Sealy City Manager Lloyd Merrell is moving forward with executing a contract for topography, platting and surveying services for public safety properties in order to enter an agreement with Austin County for an EMS facility.
“This will get us to the point where we can get it appraised so I can notify the county how much the council wants for it,” Merrell said during a June 12 city council meeting.
The services will cost between $10,000 and $14,000, but are necessary in order to determine drainage needs among other things, said Assistant City Manager Warren Escovy.
“It is basically four tracts, one for the police station, one for the fire station, one for EMS station and a reserve for drainage,” Escovy said. “The cost will stay the same whether you have three lots or four lots.”
City and county officials have talked for years about a land swap that would enable the county to place an EMS station near the city’s police and fire departments.
“The end result of all of this is the city of Sealy is [in favor of] having EMS locate on this particular piece of property. We have never changed that view,” said Councilman Larry Koy.
Austin County Judge Tim Lapham said during an April council meeting that the county’s EMS building committee would like to locate the EMS station at Highway 90 and Rexville Road, in close proximity to the city’s other public safety buildings.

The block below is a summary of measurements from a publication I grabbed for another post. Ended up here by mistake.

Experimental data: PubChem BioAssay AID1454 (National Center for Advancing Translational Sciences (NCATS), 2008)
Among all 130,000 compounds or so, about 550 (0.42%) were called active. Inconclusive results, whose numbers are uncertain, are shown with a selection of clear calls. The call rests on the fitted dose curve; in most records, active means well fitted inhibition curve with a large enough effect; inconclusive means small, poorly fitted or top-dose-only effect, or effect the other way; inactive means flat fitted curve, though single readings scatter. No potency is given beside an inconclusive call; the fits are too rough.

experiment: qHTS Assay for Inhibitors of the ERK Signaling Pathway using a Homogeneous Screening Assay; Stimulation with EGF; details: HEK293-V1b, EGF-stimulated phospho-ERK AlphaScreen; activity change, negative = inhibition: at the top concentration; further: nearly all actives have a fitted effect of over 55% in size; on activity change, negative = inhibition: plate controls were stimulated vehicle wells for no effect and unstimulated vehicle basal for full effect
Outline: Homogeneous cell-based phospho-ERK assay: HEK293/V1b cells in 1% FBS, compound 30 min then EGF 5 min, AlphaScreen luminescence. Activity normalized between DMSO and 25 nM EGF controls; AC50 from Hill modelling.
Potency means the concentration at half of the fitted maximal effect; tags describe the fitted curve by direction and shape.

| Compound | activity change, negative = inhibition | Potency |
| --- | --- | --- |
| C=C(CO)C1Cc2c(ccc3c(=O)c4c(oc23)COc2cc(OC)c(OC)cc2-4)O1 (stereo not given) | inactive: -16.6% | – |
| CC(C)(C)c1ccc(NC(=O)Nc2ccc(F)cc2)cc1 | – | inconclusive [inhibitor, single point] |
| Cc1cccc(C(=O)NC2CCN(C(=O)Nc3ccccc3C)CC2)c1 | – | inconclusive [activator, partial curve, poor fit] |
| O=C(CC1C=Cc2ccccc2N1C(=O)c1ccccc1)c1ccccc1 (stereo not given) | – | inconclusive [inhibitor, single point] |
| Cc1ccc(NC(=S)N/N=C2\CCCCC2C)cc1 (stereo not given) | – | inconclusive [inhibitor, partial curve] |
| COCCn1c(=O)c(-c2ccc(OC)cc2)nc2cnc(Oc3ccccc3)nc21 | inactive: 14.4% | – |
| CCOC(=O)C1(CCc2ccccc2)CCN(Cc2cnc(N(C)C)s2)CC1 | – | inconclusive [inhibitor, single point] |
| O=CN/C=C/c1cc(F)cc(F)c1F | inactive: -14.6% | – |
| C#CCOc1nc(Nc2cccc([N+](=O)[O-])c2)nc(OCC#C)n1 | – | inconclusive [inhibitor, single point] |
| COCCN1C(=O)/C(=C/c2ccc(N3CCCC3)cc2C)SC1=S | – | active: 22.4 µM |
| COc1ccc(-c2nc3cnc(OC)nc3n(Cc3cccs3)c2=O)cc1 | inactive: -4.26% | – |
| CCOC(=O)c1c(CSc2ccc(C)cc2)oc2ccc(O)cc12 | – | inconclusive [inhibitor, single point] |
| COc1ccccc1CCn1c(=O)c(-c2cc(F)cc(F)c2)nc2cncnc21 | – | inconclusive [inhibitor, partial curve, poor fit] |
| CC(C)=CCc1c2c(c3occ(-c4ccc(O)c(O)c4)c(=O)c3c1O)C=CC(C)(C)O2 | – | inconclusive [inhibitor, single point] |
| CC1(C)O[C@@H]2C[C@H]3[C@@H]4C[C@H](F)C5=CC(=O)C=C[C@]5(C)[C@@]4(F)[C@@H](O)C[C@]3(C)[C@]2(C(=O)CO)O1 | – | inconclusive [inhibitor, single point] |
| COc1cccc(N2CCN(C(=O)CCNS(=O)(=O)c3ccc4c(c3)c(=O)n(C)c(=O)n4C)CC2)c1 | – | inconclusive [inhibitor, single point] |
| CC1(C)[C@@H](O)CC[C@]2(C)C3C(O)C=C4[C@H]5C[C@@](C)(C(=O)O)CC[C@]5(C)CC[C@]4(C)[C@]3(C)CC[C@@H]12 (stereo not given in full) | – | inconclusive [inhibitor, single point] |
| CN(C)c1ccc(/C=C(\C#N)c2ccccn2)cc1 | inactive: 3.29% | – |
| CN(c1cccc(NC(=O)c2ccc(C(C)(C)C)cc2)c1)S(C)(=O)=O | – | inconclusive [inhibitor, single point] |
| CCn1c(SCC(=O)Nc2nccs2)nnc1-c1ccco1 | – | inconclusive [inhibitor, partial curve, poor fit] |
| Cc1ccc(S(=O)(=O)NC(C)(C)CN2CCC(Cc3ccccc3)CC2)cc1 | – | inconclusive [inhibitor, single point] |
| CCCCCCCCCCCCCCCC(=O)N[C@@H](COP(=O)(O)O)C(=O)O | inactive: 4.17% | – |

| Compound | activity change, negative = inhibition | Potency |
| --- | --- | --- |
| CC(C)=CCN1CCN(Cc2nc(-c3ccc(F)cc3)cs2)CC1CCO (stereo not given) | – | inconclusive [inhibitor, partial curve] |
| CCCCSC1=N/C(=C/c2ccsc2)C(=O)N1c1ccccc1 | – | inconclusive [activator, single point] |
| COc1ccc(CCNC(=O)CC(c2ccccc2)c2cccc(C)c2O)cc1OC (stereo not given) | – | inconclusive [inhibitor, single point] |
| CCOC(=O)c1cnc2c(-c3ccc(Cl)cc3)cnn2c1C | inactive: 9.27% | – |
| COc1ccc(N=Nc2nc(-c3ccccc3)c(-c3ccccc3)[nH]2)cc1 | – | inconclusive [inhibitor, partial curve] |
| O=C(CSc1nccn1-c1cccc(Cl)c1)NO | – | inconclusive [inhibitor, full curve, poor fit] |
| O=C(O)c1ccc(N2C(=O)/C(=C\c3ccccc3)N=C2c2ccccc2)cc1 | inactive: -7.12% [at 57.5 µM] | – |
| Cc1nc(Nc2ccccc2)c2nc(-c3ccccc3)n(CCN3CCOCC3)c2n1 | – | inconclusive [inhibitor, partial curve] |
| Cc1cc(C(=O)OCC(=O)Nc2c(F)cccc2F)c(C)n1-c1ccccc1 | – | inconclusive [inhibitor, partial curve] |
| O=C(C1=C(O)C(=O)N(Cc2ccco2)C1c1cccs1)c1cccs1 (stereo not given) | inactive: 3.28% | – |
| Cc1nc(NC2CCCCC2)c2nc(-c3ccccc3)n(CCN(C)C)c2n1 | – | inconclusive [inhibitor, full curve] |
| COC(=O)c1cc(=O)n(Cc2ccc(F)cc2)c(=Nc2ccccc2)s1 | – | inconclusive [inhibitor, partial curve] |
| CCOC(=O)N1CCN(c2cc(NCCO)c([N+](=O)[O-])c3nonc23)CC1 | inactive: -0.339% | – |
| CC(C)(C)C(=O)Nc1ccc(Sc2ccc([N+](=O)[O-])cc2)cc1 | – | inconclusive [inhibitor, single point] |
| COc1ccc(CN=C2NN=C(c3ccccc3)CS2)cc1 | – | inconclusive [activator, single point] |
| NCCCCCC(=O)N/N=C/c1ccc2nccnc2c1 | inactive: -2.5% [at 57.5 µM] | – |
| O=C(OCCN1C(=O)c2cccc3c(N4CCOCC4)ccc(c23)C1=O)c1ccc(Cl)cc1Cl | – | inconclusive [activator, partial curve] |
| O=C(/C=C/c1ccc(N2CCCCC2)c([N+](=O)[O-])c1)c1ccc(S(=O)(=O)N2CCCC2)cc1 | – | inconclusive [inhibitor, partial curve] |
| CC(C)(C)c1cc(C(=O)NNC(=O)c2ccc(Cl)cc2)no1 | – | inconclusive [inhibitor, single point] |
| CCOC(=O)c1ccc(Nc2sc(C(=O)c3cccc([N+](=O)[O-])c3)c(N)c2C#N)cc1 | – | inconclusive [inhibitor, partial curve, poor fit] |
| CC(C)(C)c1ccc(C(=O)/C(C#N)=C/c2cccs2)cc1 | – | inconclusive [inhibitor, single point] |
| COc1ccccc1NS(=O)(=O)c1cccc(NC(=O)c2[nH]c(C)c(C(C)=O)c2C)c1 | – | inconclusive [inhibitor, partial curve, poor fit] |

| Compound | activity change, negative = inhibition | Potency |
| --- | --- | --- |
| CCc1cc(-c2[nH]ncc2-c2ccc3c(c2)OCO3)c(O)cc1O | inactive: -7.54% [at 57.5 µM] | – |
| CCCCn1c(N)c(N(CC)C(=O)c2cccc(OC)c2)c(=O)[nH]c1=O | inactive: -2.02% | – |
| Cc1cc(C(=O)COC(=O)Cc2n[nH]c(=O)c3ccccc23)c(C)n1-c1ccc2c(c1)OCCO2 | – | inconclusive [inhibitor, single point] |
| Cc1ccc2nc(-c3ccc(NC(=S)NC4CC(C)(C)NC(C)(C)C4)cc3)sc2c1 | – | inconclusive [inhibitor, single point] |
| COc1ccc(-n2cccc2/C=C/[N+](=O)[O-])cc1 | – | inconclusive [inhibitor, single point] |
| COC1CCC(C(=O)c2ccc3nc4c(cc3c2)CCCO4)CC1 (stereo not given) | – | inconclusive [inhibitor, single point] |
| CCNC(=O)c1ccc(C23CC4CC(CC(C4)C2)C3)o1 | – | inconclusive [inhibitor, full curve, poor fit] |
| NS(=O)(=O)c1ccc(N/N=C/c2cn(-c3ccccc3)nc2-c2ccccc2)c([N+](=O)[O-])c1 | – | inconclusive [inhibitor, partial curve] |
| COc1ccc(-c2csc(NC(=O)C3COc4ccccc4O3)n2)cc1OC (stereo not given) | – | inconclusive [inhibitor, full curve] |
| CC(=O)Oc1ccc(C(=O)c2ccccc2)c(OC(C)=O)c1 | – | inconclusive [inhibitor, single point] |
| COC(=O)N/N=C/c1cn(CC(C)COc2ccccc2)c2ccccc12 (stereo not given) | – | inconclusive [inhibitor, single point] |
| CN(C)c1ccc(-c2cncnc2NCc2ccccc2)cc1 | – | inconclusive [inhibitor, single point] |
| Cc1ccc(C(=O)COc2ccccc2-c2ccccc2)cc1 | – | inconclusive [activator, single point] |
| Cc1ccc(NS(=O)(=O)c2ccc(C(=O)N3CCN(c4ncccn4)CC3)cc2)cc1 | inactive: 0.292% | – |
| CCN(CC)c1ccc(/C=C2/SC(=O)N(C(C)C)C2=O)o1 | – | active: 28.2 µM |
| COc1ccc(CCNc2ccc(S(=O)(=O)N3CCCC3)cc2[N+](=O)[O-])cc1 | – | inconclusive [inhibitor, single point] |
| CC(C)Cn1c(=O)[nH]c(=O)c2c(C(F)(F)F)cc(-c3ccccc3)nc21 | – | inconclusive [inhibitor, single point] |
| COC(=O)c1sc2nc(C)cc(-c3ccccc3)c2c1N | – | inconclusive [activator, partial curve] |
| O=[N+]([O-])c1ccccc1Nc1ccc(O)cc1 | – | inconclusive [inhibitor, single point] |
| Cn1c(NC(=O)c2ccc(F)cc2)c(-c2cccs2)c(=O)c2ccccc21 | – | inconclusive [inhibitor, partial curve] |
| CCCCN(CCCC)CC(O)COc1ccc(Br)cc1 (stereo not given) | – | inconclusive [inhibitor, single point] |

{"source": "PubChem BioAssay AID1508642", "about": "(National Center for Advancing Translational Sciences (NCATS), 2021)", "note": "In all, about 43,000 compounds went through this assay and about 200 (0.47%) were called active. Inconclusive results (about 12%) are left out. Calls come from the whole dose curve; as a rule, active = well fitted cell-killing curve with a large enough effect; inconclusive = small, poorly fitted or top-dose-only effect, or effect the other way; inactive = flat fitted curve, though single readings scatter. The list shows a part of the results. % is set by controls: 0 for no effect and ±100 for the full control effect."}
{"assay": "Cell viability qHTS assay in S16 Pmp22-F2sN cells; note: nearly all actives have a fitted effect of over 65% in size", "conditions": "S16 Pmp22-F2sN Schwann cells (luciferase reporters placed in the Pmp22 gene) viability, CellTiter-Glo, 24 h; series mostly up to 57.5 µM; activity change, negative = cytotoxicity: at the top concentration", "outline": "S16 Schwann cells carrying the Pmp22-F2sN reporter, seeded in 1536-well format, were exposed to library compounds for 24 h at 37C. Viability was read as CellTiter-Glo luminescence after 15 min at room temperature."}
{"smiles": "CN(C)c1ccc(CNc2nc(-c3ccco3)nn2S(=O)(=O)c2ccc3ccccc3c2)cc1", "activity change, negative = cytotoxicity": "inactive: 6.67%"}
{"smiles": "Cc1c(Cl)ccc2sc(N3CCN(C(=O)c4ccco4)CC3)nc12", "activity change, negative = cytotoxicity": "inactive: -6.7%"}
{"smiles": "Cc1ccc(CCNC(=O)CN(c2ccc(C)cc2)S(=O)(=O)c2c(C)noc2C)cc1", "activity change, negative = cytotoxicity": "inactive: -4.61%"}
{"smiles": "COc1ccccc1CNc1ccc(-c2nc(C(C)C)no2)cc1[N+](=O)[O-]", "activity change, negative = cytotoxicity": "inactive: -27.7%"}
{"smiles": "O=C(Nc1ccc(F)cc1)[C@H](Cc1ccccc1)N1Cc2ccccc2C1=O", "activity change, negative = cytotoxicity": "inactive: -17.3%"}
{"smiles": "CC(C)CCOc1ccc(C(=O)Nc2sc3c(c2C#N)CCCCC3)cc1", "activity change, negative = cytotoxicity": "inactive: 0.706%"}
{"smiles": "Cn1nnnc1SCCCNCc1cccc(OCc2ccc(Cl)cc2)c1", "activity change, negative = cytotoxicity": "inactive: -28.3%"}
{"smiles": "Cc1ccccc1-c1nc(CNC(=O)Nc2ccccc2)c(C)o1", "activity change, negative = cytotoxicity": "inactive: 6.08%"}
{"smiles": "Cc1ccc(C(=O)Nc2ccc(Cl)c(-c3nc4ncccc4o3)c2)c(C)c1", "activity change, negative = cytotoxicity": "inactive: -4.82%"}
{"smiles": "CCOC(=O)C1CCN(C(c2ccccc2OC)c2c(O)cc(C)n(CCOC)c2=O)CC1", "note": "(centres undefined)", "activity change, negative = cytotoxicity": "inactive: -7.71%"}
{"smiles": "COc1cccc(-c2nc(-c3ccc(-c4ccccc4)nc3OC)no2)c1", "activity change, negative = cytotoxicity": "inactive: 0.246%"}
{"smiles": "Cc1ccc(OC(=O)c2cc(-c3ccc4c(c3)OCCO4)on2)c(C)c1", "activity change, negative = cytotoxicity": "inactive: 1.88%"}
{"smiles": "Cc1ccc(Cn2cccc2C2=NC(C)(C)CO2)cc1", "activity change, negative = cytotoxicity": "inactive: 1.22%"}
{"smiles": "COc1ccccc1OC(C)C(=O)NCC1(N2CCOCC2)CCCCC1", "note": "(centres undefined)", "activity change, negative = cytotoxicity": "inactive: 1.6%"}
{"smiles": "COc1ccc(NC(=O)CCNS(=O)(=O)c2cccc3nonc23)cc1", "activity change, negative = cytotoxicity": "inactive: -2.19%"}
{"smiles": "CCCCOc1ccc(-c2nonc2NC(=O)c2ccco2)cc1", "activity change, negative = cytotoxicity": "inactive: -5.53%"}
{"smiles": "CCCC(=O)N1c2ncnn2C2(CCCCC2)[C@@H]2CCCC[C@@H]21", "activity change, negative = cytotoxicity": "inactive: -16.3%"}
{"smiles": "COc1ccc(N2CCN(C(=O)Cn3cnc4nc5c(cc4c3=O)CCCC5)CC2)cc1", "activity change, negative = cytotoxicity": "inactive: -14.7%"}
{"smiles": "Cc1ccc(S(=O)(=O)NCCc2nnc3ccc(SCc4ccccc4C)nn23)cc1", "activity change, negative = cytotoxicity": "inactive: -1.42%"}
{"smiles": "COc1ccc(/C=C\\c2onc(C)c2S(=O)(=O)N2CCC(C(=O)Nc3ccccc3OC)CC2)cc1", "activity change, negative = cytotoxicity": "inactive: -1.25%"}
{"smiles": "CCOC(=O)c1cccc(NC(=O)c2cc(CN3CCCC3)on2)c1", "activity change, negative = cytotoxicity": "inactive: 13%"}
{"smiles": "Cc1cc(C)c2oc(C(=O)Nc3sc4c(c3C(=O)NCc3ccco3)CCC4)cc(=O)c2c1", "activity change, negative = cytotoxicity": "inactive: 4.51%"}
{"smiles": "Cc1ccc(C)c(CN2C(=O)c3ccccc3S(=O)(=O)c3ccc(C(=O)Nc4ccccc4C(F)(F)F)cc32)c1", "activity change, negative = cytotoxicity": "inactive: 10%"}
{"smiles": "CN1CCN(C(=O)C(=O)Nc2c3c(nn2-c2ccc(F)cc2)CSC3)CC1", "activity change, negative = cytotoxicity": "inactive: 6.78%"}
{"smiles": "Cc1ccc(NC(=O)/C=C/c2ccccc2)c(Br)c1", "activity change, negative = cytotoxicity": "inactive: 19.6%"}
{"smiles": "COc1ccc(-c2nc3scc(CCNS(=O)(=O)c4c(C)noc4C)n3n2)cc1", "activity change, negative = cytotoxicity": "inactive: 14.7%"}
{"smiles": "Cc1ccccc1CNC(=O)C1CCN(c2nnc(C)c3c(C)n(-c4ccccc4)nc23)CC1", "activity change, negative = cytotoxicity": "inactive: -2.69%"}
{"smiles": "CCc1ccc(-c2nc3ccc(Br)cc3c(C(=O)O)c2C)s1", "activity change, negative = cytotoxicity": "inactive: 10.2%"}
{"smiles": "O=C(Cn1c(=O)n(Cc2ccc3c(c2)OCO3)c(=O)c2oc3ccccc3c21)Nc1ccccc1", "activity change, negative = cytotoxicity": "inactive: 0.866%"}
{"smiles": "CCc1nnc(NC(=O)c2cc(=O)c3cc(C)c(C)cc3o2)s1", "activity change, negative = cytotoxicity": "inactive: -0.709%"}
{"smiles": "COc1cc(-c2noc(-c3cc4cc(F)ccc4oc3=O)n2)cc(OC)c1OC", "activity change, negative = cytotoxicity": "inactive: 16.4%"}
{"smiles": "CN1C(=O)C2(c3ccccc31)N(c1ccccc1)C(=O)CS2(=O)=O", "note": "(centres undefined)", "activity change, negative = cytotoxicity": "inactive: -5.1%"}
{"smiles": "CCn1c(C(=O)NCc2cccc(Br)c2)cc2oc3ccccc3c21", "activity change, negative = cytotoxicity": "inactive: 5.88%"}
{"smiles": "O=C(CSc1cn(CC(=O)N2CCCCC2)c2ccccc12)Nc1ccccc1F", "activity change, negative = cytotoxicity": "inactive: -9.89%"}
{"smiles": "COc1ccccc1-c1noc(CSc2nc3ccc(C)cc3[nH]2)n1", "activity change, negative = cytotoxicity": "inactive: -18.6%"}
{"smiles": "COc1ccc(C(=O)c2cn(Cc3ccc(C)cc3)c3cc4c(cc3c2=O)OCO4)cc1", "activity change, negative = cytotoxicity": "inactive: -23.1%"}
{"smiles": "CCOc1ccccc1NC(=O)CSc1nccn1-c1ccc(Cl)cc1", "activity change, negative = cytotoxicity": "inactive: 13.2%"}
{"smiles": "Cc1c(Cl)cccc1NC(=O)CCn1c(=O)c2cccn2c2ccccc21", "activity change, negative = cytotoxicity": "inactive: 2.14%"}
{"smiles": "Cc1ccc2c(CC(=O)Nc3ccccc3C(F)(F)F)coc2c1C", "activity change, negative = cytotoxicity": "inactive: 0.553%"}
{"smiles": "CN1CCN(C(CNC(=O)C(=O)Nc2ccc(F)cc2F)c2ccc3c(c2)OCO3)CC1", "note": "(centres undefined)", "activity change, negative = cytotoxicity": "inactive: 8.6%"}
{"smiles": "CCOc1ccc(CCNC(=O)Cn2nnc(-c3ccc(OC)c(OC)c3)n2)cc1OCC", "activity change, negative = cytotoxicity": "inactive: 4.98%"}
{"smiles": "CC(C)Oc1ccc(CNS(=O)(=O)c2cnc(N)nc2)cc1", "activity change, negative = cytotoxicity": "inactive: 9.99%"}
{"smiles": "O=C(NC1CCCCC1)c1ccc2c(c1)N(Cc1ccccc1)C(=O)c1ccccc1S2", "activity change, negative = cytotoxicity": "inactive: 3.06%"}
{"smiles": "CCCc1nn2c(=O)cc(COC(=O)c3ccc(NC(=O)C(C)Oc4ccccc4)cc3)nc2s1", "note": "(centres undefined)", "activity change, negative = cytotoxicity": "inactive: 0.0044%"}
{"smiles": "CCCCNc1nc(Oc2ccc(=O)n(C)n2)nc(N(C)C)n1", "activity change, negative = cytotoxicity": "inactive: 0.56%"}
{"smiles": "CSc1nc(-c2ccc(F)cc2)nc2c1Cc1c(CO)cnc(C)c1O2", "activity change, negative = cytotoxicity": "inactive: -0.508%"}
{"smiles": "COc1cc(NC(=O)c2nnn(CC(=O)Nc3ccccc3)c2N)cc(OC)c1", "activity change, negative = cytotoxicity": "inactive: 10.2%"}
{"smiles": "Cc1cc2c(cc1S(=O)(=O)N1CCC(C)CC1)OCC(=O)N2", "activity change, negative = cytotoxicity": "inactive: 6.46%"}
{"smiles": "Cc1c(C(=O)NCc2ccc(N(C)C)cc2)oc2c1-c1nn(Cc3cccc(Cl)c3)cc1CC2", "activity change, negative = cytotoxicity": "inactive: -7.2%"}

“They keep coming back to this as probably the best option for us,” Lapham said, noting that they want to have all emergency services in one hub.
City and county officials have acknowledged there are some flooding concerns with the property. Mayor Janice Whitehead pointed out in a previous meeting that the police station has flooded twice.
“I would almost be overly cautious with drainage plans, and I would want us to keep that in mind,” she said. “We definitely don’t want a repeat of that. But I think it’s a great idea to have those three units together if we can work it out.”
In a May meeting of the Austin County Commissioners Court, Precinct 3 Commissioner Randy Reichardt suggested that the land swap had been moving forward but has been thwarted by City Attorney Lora Lensch.
“I really don’t understand,” he said. “All the city council is in favor of [the land swap] except for the lawyer and she’s throwing a wrench in the whole thing. This court has enough backbone to do what’s right.”
Lensch did not address the matter during the council’s June 12 meeting.
In other matters during the June 12 council meeting, the council tabled a resolution to adopt an amended version of the city’s drainage manual.